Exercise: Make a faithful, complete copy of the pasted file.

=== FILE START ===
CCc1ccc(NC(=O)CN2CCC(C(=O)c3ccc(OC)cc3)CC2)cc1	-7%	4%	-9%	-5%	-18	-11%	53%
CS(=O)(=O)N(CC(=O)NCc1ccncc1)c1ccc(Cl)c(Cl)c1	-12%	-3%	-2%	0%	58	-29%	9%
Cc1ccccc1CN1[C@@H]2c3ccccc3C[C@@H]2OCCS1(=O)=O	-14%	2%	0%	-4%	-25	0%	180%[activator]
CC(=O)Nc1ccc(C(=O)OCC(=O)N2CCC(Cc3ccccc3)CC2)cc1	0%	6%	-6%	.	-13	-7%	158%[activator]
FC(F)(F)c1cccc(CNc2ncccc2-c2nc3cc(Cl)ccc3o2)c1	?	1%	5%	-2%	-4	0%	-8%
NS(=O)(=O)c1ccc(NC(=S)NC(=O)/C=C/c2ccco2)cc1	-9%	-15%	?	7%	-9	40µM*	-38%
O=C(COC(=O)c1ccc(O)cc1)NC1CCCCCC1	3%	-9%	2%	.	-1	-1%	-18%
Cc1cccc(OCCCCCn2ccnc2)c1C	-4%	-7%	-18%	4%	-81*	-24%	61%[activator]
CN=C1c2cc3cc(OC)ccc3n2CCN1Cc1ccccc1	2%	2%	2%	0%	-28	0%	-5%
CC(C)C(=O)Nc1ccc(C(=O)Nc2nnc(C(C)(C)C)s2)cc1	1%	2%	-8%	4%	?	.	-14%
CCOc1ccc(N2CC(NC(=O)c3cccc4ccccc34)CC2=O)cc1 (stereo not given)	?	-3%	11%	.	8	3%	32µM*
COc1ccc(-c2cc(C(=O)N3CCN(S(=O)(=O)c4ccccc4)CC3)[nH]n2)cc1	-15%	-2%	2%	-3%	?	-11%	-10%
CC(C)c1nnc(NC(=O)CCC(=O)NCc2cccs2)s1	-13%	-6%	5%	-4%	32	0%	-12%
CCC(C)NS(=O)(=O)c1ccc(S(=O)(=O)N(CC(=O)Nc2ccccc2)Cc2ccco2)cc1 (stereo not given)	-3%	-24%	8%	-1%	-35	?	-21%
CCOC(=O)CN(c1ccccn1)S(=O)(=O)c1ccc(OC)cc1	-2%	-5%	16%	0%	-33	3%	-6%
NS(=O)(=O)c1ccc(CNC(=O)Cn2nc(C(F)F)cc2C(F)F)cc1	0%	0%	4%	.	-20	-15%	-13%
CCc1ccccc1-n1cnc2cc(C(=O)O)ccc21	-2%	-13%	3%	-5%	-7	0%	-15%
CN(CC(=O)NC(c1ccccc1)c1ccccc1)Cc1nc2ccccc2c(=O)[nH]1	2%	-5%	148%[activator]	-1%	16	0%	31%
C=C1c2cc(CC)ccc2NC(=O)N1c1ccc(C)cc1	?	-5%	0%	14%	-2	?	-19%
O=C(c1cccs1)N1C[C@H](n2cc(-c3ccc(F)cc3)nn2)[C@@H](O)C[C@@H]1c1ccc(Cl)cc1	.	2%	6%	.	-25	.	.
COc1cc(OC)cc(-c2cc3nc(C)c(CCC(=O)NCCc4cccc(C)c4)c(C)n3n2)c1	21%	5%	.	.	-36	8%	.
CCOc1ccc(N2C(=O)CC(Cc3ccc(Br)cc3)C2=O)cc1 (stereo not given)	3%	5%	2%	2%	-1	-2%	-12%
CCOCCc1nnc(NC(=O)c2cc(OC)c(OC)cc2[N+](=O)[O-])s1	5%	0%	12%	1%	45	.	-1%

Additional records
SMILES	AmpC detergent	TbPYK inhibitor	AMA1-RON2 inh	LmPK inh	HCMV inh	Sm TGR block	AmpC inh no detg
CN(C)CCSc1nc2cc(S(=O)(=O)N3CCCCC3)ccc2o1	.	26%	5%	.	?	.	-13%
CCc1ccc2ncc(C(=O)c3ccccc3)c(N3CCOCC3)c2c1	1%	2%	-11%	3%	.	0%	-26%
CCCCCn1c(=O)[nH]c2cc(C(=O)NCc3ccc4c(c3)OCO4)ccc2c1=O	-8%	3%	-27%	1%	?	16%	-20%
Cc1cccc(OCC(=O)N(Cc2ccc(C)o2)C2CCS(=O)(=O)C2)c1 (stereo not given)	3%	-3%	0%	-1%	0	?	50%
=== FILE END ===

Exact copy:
CCc1ccc(NC(=O)CN2CCC(C(=O)c3ccc(OC)cc3)CC2)cc1	-7%	4%	-9%	-5%	-18	-11%	53%
CS(=O)(=O)N(CC(=O)NCc1ccncc1)c1ccc(Cl)c(Cl)c1	-12%	-3%	-2%	0%	58	-29%	9%
Cc1ccccc1CN1[C@@H]2c3ccccc3C[C@@H]2OCCS1(=O)=O	-14%	2%	0%	-4%	-25	0%	180%[activator]
CC(=O)Nc1ccc(C(=O)OCC(=O)N2CCC(Cc3ccccc3)CC2)cc1	0%	6%	-6%	.	-13	-7%	158%[activator]
FC(F)(F)c1cccc(CNc2ncccc2-c2nc3cc(Cl)ccc3o2)c1	?	1%	5%	-2%	-4	0%	-8%
NS(=O)(=O)c1ccc(NC(=S)NC(=O)/C=C/c2ccco2)cc1	-9%	-15%	?	7%	-9	40µM*	-38%
O=C(COC(=O)c1ccc(O)cc1)NC1CCCCCC1	3%	-9%	2%	.	-1	-1%	-18%
Cc1cccc(OCCCCCn2ccnc2)c1C	-4%	-7%	-18%	4%	-81*	-24%	61%[activator]
CN=C1c2cc3cc(OC)ccc3n2CCN1Cc1ccccc1	2%	2%	2%	0%	-28	0%	-5%
CC(C)C(=O)Nc1ccc(C(=O)Nc2nnc(C(C)(C)C)s2)cc1	1%	2%	-8%	4%	?	.	-14%
CCOc1ccc(N2CC(NC(=O)c3cccc4ccccc34)CC2=O)cc1 (stereo not given)	?	-3%	11%	.	8	3%	32µM*
COc1ccc(-c2cc(C(=O)N3CCN(S(=O)(=O)c4ccccc4)CC3)[nH]n2)cc1	-15%	-2%	2%	-3%	?	-11%	-10%
CC(C)c1nnc(NC(=O)CCC(=O)NCc2cccs2)s1	-13%	-6%	5%	-4%	32	0%	-12%
CCC(C)NS(=O)(=O)c1ccc(S(=O)(=O)N(CC(=O)Nc2ccccc2)Cc2ccco2)cc1 (stereo not given)	-3%	-24%	8%	-1%	-35	?	-21%
CCOC(=O)CN(c1ccccn1)S(=O)(=O)c1ccc(OC)cc1	-2%	-5%	16%	0%	-33	3%	-6%
NS(=O)(=O)c1ccc(CNC(=O)Cn2nc(C(F)F)cc2C(F)F)cc1	0%	0%	4%	.	-20	-15%	-13%
CCc1ccccc1-n1cnc2cc(C(=O)O)ccc21	-2%	-13%	3%	-5%	-7	0%	-15%
CN(CC(=O)NC(c1ccccc1)c1ccccc1)Cc1nc2ccccc2c(=O)[nH]1	2%	-5%	148%[activator]	-1%	16	0%	31%
C=C1c2cc(CC)ccc2NC(=O)N1c1ccc(C)cc1	?	-5%	0%	14%	-2	?	-19%
O=C(c1cccs1)N1C[C@H](n2cc(-c3ccc(F)cc3)nn2)[C@@H](O)C[C@@H]1c1ccc(Cl)cc1	.	2%	6%	.	-25	.	.
COc1cc(OC)cc(-c2cc3nc(C)c(CCC(=O)NCCc4cccc(C)c4)c(C)n3n2)c1	21%	5%	.	.	-36	8%	.
CCOc1ccc(N2C(=O)CC(Cc3ccc(Br)cc3)C2=O)cc1 (stereo not given)	3%	5%	2%	2%	-1	-2%	-12%
CCOCCc1nnc(NC(=O)c2cc(OC)c(OC)cc2[N+](=O)[O-])s1	5%	0%	12%	1%	45	.	-1%

Additional records
SMILES	AmpC detergent	TbPYK inhibitor	AMA1-RON2 inh	LmPK inh	HCMV inh	Sm TGR block	AmpC inh no detg
CN(C)CCSc1nc2cc(S(=O)(=O)N3CCCCC3)ccc2o1	.	26%	5%	.	?	.	-13%
CCc1ccc2ncc(C(=O)c3ccccc3)c(N3CCOCC3)c2c1	1%	2%	-11%	3%	.	0%	-26%
CCCCCn1c(=O)[nH]c2cc(C(=O)NCc3ccc4c(c3)OCO4)ccc2c1=O	-8%	3%	-27%	1%	?	16%	-20%
Cc1cccc(OCC(=O)N(Cc2ccc(C)o2)C2CCS(=O)(=O)C2)c1 (stereo not given)	3%	-3%	0%	-1%	0	?	50%